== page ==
On Mar 23, 2:58 pm, bert <bert.hutchi...@btinternet.com> wrote: > On Mar 23, 9:16 pm, Steven D'Aprano <steve > > > > > > > > > > +comp.lang.pyt...@pearwood.info> wrote: > > I'm trying to demonstrate numerically (rather than algebraically) that > > the expectation of the sample variance is the population variance, but > > it's not working for me. > > > Some quick(?) background... please correct me if I'm wrong about anything. > > > The variance of a population is: > > > ?^2 = 1/n * ?(x-?)^2 over all x in the population > > > where ^2 means superscript 2 (i.e. squared). In case you can't read the > > symbols, here it is again in ASCII-only text: > > > theta^2 = 1/n * SUM( (x-mu)^2 ) > > > If you don't have the entire population as your data, you can estimate > > the population variance by calculating a sample variance: > > > s'^2 = 1/n * ?(x-?)^2 over all x in the sample > > > where s' is being used instead of s subscript n. > > > This is unbiased, provided you know the population mean mu ?. Normally > > you don't though, and you're reduced to estimating it from your sample: > > > s'^2 = 1/n * ?(x-m)^2 > > > where m is being used as the symbol for sample mean x bar = ?x/n > > > Unfortunately this sample variance is biased, so the "unbiased sample > > variance" is used instead: > > > s^2 = 1/(n-1) * ?(x-m)^2 > > > What makes this unbiased is that the expected value of the sample > > variances equals the true population variance. E.g. see > > >http://en.wikipedia.org/wiki/Bessel's_correction > > > The algebra convinces me -- I'm sure it's correct. But I'd like an easy > > example I can show people, but it's not working for me! > > > Let's start with a population of: [1, 2, 3, 4]. The true mean is 2.5 and > > the true (population) variance is 1.25. > > > All possible samples for each sample size > 1, and their exact sample > > variances, are: > > > n = 2 > > 1,2 : 1/2 > > 1,3 : 2 > > 1,4 : 9/2 > > 2,3 : 1/2 > > 2,4 : 2 > > 3,4 : 1/2 > > Expectation for n=2: 5/3 > > > n=3 > > 1,2,3 : 1 > > 1,3,4 : 7/3 > > 2,3,4 : 1 > > Expectation for n=3: 13/9 > > > n=4 > > 1,2,3,4 : 5/3 > > Expectation for n=4: 5/3 > > > As you can see, none of the expectations for a particular sample size are > > equal to the population variance. If I instead add up all ten possible > > sample variances, and divide by ten, I get 1.6 which is still not equal > > to 1.25. > > > What am I misunderstanding? > > The formulae are correct only for a population with > a Gaussian distribution.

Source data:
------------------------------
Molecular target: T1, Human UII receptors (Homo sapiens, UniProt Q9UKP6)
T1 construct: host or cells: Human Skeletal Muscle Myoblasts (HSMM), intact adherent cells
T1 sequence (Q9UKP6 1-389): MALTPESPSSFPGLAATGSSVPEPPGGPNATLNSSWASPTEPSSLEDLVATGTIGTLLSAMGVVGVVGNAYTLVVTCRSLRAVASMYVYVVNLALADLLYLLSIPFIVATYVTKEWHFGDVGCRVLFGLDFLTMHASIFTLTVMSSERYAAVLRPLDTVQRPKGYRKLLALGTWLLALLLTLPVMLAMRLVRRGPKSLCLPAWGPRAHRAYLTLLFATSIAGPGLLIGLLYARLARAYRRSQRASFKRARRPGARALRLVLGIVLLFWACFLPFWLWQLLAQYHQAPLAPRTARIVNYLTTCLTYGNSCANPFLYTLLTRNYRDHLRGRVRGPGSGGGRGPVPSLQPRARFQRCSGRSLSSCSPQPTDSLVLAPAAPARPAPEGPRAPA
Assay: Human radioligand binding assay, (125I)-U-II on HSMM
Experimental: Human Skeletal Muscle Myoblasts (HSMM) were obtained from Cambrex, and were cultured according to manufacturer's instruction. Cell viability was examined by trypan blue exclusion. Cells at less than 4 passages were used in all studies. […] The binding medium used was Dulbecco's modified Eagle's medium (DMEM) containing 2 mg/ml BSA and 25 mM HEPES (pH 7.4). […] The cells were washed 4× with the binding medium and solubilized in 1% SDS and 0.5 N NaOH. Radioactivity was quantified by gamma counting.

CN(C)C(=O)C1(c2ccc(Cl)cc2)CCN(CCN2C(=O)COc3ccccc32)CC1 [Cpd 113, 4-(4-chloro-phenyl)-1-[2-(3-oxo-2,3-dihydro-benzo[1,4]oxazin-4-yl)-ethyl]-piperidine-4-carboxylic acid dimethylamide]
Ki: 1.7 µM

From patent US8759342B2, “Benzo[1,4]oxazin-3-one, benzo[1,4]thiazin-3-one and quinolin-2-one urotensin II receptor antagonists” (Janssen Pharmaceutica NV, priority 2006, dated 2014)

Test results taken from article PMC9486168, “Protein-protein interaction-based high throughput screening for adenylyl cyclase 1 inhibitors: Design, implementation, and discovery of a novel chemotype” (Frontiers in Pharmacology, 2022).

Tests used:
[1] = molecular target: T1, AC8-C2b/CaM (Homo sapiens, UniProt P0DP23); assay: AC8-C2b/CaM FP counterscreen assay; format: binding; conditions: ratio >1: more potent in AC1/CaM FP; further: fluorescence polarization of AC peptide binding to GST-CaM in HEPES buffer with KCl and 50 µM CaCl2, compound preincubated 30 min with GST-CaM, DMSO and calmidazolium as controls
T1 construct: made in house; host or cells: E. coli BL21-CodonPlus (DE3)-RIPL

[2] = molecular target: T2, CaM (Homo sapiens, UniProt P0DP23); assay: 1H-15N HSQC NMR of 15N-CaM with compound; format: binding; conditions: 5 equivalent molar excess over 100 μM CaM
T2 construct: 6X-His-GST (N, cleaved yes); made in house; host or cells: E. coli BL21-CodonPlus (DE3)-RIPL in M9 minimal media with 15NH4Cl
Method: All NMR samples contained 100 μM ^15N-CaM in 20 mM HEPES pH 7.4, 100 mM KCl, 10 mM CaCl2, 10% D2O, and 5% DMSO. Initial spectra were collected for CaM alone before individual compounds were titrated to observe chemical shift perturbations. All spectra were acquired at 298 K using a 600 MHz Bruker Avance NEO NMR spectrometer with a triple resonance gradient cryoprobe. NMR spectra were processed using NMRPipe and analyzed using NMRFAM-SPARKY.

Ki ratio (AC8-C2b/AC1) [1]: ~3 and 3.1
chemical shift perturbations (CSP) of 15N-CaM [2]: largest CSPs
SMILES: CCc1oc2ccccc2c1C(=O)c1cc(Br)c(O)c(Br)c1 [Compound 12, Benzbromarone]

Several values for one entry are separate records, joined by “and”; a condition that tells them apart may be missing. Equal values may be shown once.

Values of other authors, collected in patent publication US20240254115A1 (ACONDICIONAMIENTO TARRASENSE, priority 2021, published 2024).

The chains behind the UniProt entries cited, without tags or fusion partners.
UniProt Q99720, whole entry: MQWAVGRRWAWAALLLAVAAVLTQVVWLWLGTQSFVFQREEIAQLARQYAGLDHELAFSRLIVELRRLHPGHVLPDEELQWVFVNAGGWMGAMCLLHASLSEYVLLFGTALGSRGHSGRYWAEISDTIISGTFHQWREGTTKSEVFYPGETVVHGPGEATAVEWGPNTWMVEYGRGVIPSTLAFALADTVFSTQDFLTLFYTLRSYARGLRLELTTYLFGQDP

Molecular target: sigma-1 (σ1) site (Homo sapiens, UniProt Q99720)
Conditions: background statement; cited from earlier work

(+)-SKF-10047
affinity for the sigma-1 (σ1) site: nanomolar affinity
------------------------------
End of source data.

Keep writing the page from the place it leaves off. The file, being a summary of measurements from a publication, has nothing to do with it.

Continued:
No. They are true for any iid sample from any distribution. It is true that if the population is not Gaussian we may not be able to compute the _distribution_ of the sample variance, but we can still use the given formulas to find the expectation.
I think that the OP's problem stems from trying to use the formulas where they do not apply. He does not have an iid sample, because the only combinations he looks at are those in which there are no repetitions; that is, he is sampling *without replacement* (he does not allow things like (1,1,1); he only allows things like (1,2,3).) That makes his successive sample values dependent instead of independent, so the formulas he cites (which assume _independence_) do not apply.
> The distribution of your > test population [1, 2, 3, 4] is not Gaussian, and > its difference from normality is enough to give > those differences in the sample variances. > --